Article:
More than 40 followers of my blog took a readers’ poll that I recently issued. Although the responses indicate a diversity of interests, the message was clear: you want to read more tales about the Combes Family Inn, and you want me to throw in a bit about my travels, past and present. And, you want me to move past my “dry year” and associated diet and exercise journaling. Accordingly, I’ve put the innkeepers on notice that they need to dust off more of their apocryphal stories.
(The top vote-getters from the reader’s poll were Vermont Inn-Trigue, Travels, and My Memoir.)
While we await a few more “Vermont Inn-trigue” inn-keeping stories, I’ll share several of Mom’s famous comfort food recipes that she recently made for a dining room full of skiers. The menu included three of her most beloved winter recipes: broccoli soup, pork schnitzel, and homemade apple sauce.
Perched on the precipice of spring, we’re alternating between days of snow melt, mud, and rain, and nights (and some days) of freezing temperatures, ice, and snow flurries. This is a great time of year to enjoy comfort foods, in winter’s last hurrah before spring fully arrives, bearing both warm weather and fresh fruits and vegetables.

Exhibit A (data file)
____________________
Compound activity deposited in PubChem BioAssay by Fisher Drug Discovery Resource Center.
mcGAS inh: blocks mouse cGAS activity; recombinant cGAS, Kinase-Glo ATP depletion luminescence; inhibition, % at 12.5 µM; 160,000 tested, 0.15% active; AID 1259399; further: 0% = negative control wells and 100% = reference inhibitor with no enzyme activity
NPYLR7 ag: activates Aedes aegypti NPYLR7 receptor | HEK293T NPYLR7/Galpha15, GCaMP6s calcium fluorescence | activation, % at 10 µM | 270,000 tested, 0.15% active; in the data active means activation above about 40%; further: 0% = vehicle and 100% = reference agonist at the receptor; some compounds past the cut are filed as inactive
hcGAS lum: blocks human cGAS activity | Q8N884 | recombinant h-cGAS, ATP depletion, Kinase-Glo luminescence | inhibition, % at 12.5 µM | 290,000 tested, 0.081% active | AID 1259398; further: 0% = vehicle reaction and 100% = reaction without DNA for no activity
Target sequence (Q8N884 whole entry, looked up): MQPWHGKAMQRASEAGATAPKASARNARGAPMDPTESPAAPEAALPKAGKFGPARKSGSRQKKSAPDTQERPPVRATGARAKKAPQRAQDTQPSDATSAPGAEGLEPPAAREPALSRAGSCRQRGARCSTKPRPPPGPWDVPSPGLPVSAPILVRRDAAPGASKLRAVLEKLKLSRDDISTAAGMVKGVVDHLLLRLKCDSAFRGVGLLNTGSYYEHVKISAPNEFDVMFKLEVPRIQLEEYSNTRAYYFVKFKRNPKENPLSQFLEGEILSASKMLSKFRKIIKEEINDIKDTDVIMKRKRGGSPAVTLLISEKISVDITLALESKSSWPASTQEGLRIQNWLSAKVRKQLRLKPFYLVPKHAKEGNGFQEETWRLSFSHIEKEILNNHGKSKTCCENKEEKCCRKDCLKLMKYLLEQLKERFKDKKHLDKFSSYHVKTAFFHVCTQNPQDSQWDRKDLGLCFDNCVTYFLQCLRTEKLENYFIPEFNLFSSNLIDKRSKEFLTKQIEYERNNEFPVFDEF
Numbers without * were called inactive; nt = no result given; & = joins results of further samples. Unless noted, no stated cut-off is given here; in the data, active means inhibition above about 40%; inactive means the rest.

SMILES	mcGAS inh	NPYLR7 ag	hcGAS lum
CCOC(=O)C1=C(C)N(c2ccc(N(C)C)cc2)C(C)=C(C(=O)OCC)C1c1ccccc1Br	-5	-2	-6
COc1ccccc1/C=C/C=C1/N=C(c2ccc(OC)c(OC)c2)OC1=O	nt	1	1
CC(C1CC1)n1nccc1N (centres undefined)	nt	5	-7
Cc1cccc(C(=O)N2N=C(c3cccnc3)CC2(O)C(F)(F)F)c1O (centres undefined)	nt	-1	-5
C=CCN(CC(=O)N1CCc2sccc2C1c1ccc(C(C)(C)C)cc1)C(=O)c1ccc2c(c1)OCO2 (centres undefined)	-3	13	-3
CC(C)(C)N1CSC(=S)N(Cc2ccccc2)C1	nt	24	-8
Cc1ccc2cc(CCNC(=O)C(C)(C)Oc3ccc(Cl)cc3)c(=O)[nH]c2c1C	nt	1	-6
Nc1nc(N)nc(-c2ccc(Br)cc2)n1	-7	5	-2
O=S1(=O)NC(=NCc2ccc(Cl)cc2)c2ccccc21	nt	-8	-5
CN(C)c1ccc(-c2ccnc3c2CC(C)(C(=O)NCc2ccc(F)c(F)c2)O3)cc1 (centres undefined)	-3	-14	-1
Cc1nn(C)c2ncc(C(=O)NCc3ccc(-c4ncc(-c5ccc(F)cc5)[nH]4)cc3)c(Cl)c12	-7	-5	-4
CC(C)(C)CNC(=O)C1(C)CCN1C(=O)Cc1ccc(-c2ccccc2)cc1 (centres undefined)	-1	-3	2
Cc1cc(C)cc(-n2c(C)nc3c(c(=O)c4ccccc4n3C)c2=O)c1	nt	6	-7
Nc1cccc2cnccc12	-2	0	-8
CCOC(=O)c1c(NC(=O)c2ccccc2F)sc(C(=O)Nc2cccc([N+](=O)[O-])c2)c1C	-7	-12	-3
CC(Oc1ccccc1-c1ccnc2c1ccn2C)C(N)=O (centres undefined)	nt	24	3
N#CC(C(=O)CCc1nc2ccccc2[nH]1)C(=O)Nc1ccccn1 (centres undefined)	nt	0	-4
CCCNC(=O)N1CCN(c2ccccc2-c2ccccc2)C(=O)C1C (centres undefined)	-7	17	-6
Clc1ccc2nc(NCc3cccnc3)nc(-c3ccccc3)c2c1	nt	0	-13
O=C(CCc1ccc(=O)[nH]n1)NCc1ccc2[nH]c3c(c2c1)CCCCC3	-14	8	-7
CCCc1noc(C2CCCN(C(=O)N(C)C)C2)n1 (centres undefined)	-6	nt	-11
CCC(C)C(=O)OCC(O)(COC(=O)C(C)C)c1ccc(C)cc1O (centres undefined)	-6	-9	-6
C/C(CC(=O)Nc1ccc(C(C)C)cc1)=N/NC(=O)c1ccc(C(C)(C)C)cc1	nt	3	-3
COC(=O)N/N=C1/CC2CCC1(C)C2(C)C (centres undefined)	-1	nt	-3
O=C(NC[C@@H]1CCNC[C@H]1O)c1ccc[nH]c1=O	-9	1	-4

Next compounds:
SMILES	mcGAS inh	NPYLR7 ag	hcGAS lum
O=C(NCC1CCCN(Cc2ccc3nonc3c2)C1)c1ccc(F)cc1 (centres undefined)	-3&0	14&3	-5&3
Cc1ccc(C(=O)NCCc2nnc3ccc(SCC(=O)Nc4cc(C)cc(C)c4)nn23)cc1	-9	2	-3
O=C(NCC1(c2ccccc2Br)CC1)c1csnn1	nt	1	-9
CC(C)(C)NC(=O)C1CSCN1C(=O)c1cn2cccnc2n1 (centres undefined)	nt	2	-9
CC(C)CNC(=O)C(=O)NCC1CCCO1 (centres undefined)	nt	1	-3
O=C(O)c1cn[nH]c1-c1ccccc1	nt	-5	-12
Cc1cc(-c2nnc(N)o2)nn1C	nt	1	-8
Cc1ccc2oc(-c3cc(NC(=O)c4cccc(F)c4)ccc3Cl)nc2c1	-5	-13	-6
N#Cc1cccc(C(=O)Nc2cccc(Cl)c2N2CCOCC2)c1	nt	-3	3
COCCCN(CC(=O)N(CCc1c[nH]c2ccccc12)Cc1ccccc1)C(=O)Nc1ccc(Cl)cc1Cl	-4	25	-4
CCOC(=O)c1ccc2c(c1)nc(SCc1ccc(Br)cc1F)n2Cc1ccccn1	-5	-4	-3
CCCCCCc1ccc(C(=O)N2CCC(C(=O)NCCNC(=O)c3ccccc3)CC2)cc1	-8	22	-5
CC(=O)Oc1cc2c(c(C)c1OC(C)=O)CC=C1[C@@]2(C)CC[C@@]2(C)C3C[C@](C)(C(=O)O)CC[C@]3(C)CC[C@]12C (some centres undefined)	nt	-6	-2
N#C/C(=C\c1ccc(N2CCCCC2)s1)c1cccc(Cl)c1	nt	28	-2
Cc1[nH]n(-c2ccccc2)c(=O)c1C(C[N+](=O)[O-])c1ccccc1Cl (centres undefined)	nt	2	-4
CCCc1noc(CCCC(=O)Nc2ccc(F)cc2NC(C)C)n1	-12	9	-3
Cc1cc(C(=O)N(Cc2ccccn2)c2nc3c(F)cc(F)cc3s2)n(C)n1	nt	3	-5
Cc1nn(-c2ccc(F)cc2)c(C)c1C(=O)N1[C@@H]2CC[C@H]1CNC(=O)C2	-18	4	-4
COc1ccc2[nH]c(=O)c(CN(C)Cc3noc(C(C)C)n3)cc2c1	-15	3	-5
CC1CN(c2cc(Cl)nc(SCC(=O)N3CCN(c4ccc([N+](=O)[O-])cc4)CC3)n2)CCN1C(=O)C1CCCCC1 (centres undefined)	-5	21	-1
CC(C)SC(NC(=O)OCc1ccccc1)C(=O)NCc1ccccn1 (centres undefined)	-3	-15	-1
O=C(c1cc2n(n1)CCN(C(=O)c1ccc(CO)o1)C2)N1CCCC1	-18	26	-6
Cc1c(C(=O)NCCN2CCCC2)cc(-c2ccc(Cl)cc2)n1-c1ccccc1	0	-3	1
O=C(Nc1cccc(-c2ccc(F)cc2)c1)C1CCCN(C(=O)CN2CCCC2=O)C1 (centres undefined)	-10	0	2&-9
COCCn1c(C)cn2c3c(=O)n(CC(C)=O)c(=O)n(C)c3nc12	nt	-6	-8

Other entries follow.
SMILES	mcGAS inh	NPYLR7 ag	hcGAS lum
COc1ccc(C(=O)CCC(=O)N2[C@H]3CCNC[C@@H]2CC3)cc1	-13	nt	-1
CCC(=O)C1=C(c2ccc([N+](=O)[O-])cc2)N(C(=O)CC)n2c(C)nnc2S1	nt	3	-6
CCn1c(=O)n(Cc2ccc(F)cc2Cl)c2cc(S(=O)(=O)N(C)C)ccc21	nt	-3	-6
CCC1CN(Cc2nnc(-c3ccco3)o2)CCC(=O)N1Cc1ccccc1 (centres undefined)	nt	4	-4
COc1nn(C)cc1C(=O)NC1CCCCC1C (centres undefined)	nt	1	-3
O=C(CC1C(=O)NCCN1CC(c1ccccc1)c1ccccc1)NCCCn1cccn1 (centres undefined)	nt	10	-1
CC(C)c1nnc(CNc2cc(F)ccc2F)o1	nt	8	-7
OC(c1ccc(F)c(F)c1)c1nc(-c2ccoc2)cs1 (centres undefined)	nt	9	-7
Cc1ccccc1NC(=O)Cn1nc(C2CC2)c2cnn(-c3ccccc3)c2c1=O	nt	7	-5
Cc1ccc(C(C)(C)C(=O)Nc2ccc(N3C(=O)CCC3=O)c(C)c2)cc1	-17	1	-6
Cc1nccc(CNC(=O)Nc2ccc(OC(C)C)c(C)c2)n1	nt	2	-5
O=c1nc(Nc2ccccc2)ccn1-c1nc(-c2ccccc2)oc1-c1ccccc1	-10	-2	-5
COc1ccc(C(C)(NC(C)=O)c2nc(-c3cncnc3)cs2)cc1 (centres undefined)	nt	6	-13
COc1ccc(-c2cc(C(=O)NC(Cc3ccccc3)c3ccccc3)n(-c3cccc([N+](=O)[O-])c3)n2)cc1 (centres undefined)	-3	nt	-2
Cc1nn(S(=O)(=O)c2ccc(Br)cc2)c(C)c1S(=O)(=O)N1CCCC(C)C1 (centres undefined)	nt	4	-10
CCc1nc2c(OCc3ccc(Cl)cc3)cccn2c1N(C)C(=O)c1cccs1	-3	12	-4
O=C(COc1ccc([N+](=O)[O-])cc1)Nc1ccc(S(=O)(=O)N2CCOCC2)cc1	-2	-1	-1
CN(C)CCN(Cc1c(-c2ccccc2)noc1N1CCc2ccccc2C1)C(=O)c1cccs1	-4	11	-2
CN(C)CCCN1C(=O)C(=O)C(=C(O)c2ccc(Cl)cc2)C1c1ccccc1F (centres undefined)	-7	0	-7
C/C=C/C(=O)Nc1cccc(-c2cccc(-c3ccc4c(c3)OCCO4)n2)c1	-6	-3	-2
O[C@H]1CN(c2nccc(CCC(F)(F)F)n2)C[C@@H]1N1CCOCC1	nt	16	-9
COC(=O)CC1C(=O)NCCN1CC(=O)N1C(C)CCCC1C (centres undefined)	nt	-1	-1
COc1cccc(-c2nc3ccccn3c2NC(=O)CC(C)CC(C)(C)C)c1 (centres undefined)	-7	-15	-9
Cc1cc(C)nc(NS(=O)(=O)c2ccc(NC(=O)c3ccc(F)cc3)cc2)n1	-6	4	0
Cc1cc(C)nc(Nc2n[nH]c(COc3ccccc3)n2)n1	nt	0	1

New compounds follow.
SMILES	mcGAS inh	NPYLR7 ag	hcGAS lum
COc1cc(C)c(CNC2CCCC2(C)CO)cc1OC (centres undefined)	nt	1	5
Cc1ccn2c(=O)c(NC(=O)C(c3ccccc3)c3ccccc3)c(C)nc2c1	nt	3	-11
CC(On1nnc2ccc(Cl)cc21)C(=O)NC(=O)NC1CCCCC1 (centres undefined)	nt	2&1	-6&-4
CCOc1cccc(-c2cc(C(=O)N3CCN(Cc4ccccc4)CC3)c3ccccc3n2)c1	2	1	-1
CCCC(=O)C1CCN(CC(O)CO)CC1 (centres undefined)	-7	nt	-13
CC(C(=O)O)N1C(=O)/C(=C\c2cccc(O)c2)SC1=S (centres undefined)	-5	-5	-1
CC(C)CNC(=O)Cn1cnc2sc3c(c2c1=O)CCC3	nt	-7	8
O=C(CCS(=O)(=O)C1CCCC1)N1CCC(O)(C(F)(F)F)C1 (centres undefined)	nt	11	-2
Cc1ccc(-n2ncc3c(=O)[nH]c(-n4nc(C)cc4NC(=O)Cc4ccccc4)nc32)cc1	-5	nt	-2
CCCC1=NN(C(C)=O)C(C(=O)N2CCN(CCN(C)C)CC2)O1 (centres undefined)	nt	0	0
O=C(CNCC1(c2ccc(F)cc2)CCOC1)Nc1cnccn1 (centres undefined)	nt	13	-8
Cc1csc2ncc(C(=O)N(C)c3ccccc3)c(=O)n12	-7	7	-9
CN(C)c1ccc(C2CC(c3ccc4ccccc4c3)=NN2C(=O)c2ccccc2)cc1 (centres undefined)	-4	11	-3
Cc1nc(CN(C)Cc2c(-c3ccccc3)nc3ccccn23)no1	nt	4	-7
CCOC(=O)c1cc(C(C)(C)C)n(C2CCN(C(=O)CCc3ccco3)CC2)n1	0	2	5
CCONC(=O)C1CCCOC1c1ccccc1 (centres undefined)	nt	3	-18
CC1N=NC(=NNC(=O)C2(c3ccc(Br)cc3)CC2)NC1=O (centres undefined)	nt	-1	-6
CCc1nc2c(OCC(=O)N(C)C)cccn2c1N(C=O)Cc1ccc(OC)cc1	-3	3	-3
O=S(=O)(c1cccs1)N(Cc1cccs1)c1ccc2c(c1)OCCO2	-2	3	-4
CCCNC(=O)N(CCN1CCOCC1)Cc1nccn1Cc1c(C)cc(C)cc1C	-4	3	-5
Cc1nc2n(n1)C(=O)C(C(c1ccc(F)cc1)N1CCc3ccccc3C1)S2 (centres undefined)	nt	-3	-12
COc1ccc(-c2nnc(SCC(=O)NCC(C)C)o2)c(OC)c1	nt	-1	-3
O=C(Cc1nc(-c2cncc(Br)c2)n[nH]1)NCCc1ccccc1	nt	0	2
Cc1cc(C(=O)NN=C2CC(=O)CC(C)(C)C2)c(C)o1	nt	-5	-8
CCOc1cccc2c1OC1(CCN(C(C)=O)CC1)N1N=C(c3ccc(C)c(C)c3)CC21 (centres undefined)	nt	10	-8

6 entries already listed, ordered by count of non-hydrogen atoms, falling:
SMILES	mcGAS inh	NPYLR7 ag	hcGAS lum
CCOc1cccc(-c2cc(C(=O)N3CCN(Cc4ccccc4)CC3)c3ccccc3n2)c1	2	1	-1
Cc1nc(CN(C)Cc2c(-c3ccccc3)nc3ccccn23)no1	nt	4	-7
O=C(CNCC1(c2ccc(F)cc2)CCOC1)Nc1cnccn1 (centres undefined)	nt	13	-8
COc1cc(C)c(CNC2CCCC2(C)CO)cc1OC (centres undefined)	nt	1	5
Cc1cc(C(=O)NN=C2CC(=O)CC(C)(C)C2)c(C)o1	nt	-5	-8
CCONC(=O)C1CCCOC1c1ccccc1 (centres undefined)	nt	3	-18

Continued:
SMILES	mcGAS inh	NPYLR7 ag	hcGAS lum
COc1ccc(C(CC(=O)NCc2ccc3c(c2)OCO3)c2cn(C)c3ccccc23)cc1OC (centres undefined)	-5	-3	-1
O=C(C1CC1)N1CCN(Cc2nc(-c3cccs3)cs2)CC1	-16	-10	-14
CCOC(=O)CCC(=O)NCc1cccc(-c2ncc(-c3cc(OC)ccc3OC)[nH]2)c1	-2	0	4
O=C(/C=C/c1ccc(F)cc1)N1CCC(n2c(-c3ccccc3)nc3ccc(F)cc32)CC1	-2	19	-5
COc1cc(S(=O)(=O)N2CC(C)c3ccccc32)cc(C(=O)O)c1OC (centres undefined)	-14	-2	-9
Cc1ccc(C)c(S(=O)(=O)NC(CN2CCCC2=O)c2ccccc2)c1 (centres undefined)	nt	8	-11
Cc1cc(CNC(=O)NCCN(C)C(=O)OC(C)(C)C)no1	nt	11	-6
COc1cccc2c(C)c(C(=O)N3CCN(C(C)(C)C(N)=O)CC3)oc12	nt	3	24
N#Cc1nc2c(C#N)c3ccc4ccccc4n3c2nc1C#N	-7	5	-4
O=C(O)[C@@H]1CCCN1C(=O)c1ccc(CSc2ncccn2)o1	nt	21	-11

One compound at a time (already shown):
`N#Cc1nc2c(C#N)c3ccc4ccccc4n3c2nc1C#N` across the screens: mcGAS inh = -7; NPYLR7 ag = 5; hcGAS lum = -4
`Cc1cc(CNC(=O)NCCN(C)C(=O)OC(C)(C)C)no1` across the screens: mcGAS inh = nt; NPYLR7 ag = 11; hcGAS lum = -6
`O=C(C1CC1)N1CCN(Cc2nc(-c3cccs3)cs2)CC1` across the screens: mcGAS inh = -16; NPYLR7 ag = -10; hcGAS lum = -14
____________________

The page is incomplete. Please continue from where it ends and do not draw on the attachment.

For the first course, what else but Ruth’s famous broccoli soup, a dish that has been on the menu since the inn opened in 1978? This treat, coveted by both family members and long-time guests alike, has transformed through the years. The original recipe featured cream, butter, and chicken stock, and had relatively little actual broccoli. The new one, as you’ll see below, is decidedly different, but it still tastes absolutely delicious.
(Vermont inn keepers Bill and Ruth Combes are still dishing it out in the inn’s kitchen after 37 years.)
CFI’s Original Cream of Broccoli Soup
2 tablespoons butter
1 medium onion, chopped
1 celery stalk, chopped
3 cups of vegetable or chicken stock
8 cups of broccoli florets
3 tablespoon butter
3 tablespoon of flour
2 cups of heavy cream
pinch of ground pepper
Melt 2 tablespoon of butter. Sauté celery and onions until tender. Add broccoli and broth. Cover and simmer for 15 minutes. Puree, using an immersion blender or a regular blender. In a small sauce pan, melt 3 tablespoons of butter, and stir in flour and cream. Stir until thick and add to the soup. Season with pepper and serve.